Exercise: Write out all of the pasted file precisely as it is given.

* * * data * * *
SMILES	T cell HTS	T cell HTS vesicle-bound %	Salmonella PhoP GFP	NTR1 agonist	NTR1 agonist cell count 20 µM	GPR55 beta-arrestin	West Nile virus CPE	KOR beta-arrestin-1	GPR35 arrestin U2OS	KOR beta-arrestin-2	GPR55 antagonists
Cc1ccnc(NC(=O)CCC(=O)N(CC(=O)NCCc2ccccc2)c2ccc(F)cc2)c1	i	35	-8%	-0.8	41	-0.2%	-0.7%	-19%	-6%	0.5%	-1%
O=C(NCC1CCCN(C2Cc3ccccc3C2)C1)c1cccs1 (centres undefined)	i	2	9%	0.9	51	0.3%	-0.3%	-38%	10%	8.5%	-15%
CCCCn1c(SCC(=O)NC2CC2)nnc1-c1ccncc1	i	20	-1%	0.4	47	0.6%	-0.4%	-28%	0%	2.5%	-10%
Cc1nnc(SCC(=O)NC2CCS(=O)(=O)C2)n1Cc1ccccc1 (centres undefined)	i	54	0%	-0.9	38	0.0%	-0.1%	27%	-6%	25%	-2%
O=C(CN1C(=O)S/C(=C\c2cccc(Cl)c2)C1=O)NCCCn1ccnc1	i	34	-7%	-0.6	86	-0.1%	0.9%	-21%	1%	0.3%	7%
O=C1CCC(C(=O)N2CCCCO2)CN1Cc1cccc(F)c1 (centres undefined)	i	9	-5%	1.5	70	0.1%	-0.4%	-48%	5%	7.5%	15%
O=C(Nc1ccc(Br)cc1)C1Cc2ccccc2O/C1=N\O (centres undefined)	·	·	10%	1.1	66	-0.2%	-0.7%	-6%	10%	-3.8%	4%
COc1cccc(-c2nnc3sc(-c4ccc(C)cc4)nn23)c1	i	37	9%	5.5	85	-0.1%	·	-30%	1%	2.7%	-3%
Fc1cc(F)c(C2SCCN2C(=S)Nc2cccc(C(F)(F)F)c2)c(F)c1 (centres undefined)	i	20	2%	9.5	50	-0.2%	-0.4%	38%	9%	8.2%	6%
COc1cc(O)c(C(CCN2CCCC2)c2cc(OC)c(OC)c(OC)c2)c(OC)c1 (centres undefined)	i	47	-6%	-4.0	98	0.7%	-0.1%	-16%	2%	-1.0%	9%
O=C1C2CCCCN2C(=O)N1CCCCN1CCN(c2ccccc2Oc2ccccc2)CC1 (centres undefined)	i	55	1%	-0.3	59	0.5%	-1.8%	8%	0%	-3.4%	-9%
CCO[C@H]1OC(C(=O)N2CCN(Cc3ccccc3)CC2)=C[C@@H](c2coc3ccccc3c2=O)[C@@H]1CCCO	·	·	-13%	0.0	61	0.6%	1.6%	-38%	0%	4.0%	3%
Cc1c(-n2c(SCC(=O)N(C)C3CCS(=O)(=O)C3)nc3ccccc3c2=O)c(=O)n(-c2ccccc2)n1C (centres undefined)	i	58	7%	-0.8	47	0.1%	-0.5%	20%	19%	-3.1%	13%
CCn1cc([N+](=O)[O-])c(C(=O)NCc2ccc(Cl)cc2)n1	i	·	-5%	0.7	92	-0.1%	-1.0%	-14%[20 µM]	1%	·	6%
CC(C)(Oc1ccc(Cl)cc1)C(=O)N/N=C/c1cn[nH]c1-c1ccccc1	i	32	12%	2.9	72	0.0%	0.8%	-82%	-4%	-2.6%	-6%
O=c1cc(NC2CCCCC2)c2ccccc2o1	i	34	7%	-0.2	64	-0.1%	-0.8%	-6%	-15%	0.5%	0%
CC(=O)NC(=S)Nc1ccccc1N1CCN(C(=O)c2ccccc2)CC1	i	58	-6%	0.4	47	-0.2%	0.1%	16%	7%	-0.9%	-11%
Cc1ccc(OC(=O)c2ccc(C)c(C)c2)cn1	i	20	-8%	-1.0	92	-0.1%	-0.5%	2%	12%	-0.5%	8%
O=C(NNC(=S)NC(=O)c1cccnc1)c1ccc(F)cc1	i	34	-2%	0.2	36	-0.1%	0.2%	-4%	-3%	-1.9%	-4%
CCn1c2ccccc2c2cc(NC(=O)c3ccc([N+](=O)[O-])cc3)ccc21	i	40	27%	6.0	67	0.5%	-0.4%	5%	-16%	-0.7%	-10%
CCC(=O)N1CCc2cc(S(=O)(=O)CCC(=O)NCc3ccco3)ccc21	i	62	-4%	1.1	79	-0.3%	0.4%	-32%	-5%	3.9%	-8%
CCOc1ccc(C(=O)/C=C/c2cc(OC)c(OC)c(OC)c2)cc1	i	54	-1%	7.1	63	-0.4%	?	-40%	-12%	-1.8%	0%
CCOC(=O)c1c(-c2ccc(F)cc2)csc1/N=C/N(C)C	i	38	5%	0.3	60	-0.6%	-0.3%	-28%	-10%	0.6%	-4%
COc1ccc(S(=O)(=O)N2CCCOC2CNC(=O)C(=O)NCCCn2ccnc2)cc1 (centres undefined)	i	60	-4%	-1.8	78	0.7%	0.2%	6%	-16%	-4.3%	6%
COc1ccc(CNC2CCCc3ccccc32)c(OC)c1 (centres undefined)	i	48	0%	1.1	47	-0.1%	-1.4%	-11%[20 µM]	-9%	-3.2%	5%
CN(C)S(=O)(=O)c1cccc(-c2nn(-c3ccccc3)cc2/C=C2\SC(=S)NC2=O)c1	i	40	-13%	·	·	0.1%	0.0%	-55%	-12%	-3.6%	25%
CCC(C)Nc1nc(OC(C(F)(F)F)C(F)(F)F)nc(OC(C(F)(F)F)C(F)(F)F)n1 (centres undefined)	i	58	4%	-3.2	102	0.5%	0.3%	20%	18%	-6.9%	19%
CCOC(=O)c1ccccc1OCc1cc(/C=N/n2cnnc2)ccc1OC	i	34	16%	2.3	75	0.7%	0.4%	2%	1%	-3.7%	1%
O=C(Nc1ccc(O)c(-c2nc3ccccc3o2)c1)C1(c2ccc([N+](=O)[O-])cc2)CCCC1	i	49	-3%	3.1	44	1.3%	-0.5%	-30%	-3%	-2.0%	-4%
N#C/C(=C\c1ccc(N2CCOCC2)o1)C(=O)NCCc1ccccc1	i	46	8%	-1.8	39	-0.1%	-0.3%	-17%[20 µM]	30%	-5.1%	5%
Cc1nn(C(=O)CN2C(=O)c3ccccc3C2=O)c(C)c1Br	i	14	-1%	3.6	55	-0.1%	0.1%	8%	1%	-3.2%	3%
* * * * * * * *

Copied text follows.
SMILES	T cell HTS	T cell HTS vesicle-bound %	Salmonella PhoP GFP	NTR1 agonist	NTR1 agonist cell count 20 µM	GPR55 beta-arrestin	West Nile virus CPE	KOR beta-arrestin-1	GPR35 arrestin U2OS	KOR beta-arrestin-2	GPR55 antagonists
Cc1ccnc(NC(=O)CCC(=O)N(CC(=O)NCCc2ccccc2)c2ccc(F)cc2)c1	i	35	-8%	-0.8	41	-0.2%	-0.7%	-19%	-6%	0.5%	-1%
O=C(NCC1CCCN(C2Cc3ccccc3C2)C1)c1cccs1 (centres undefined)	i	2	9%	0.9	51	0.3%	-0.3%	-38%	10%	8.5%	-15%
CCCCn1c(SCC(=O)NC2CC2)nnc1-c1ccncc1	i	20	-1%	0.4	47	0.6%	-0.4%	-28%	0%	2.5%	-10%
Cc1nnc(SCC(=O)NC2CCS(=O)(=O)C2)n1Cc1ccccc1 (centres undefined)	i	54	0%	-0.9	38	0.0%	-0.1%	27%	-6%	25%	-2%
O=C(CN1C(=O)S/C(=C\c2cccc(Cl)c2)C1=O)NCCCn1ccnc1	i	34	-7%	-0.6	86	-0.1%	0.9%	-21%	1%	0.3%	7%
O=C1CCC(C(=O)N2CCCCO2)CN1Cc1cccc(F)c1 (centres undefined)	i	9	-5%	1.5	70	0.1%	-0.4%	-48%	5%	7.5%	15%
O=C(Nc1ccc(Br)cc1)C1Cc2ccccc2O/C1=N\O (centres undefined)	·	·	10%	1.1	66	-0.2%	-0.7%	-6%	10%	-3.8%	4%
COc1cccc(-c2nnc3sc(-c4ccc(C)cc4)nn23)c1	i	37	9%	5.5	85	-0.1%	·	-30%	1%	2.7%	-3%
Fc1cc(F)c(C2SCCN2C(=S)Nc2cccc(C(F)(F)F)c2)c(F)c1 (centres undefined)	i	20	2%	9.5	50	-0.2%	-0.4%	38%	9%	8.2%	6%
COc1cc(O)c(C(CCN2CCCC2)c2cc(OC)c(OC)c(OC)c2)c(OC)c1 (centres undefined)	i	47	-6%	-4.0	98	0.7%	-0.1%	-16%	2%	-1.0%	9%
O=C1C2CCCCN2C(=O)N1CCCCN1CCN(c2ccccc2Oc2ccccc2)CC1 (centres undefined)	i	55	1%	-0.3	59	0.5%	-1.8%	8%	0%	-3.4%	-9%
CCO[C@H]1OC(C(=O)N2CCN(Cc3ccccc3)CC2)=C[C@@H](c2coc3ccccc3c2=O)[C@@H]1CCCO	·	·	-13%	0.0	61	0.6%	1.6%	-38%	0%	4.0%	3%
Cc1c(-n2c(SCC(=O)N(C)C3CCS(=O)(=O)C3)nc3ccccc3c2=O)c(=O)n(-c2ccccc2)n1C (centres undefined)	i	58	7%	-0.8	47	0.1%	-0.5%	20%	19%	-3.1%	13%
CCn1cc([N+](=O)[O-])c(C(=O)NCc2ccc(Cl)cc2)n1	i	·	-5%	0.7	92	-0.1%	-1.0%	-14%[20 µM]	1%	·	6%
CC(C)(Oc1ccc(Cl)cc1)C(=O)N/N=C/c1cn[nH]c1-c1ccccc1	i	32	12%	2.9	72	0.0%	0.8%	-82%	-4%	-2.6%	-6%
O=c1cc(NC2CCCCC2)c2ccccc2o1	i	34	7%	-0.2	64	-0.1%	-0.8%	-6%	-15%	0.5%	0%
CC(=O)NC(=S)Nc1ccccc1N1CCN(C(=O)c2ccccc2)CC1	i	58	-6%	0.4	47	-0.2%	0.1%	16%	7%	-0.9%	-11%
Cc1ccc(OC(=O)c2ccc(C)c(C)c2)cn1	i	20	-8%	-1.0	92	-0.1%	-0.5%	2%	12%	-0.5%	8%
O=C(NNC(=S)NC(=O)c1cccnc1)c1ccc(F)cc1	i	34	-2%	0.2	36	-0.1%	0.2%	-4%	-3%	-1.9%	-4%
CCn1c2ccccc2c2cc(NC(=O)c3ccc([N+](=O)[O-])cc3)ccc21	i	40	27%	6.0	67	0.5%	-0.4%	5%	-16%	-0.7%	-10%
CCC(=O)N1CCc2cc(S(=O)(=O)CCC(=O)NCc3ccco3)ccc21	i	62	-4%	1.1	79	-0.3%	0.4%	-32%	-5%	3.9%	-8%
CCOc1ccc(C(=O)/C=C/c2cc(OC)c(OC)c(OC)c2)cc1	i	54	-1%	7.1	63	-0.4%	?	-40%	-12%	-1.8%	0%
CCOC(=O)c1c(-c2ccc(F)cc2)csc1/N=C/N(C)C	i	38	5%	0.3	60	-0.6%	-0.3%	-28%	-10%	0.6%	-4%
COc1ccc(S(=O)(=O)N2CCCOC2CNC(=O)C(=O)NCCCn2ccnc2)cc1 (centres undefined)	i	60	-4%	-1.8	78	0.7%	0.2%	6%	-16%	-4.3%	6%
COc1ccc(CNC2CCCc3ccccc32)c(OC)c1 (centres undefined)	i	48	0%	1.1	47	-0.1%	-1.4%	-11%[20 µM]	-9%	-3.2%	5%
CN(C)S(=O)(=O)c1cccc(-c2nn(-c3ccccc3)cc2/C=C2\SC(=S)NC2=O)c1	i	40	-13%	·	·	0.1%	0.0%	-55%	-12%	-3.6%	25%
CCC(C)Nc1nc(OC(C(F)(F)F)C(F)(F)F)nc(OC(C(F)(F)F)C(F)(F)F)n1 (centres undefined)	i	58	4%	-3.2	102	0.5%	0.3%	20%	18%	-6.9%	19%
CCOC(=O)c1ccccc1OCc1cc(/C=N/n2cnnc2)ccc1OC	i	34	16%	2.3	75	0.7%	0.4%	2%	1%	-3.7%	1%
O=C(Nc1ccc(O)c(-c2nc3ccccc3o2)c1)C1(c2ccc([N+](=O)[O-])cc2)CCCC1	i	49	-3%	3.1	44	1.3%	-0.5%	-30%	-3%	-2.0%	-4%
N#C/C(=C\c1ccc(N2CCOCC2)o1)C(=O)NCCc1ccccc1	i	46	8%	-1.8	39	-0.1%	-0.3%	-17%[20 µM]	30%	-5.1%	5%
Cc1nn(C(=O)CN2C(=O)c3ccccc3C2=O)c(C)c1Br	i	14	-1%	3.6	55	-0.1%	0.1%	8%	1%	-3.2%	3%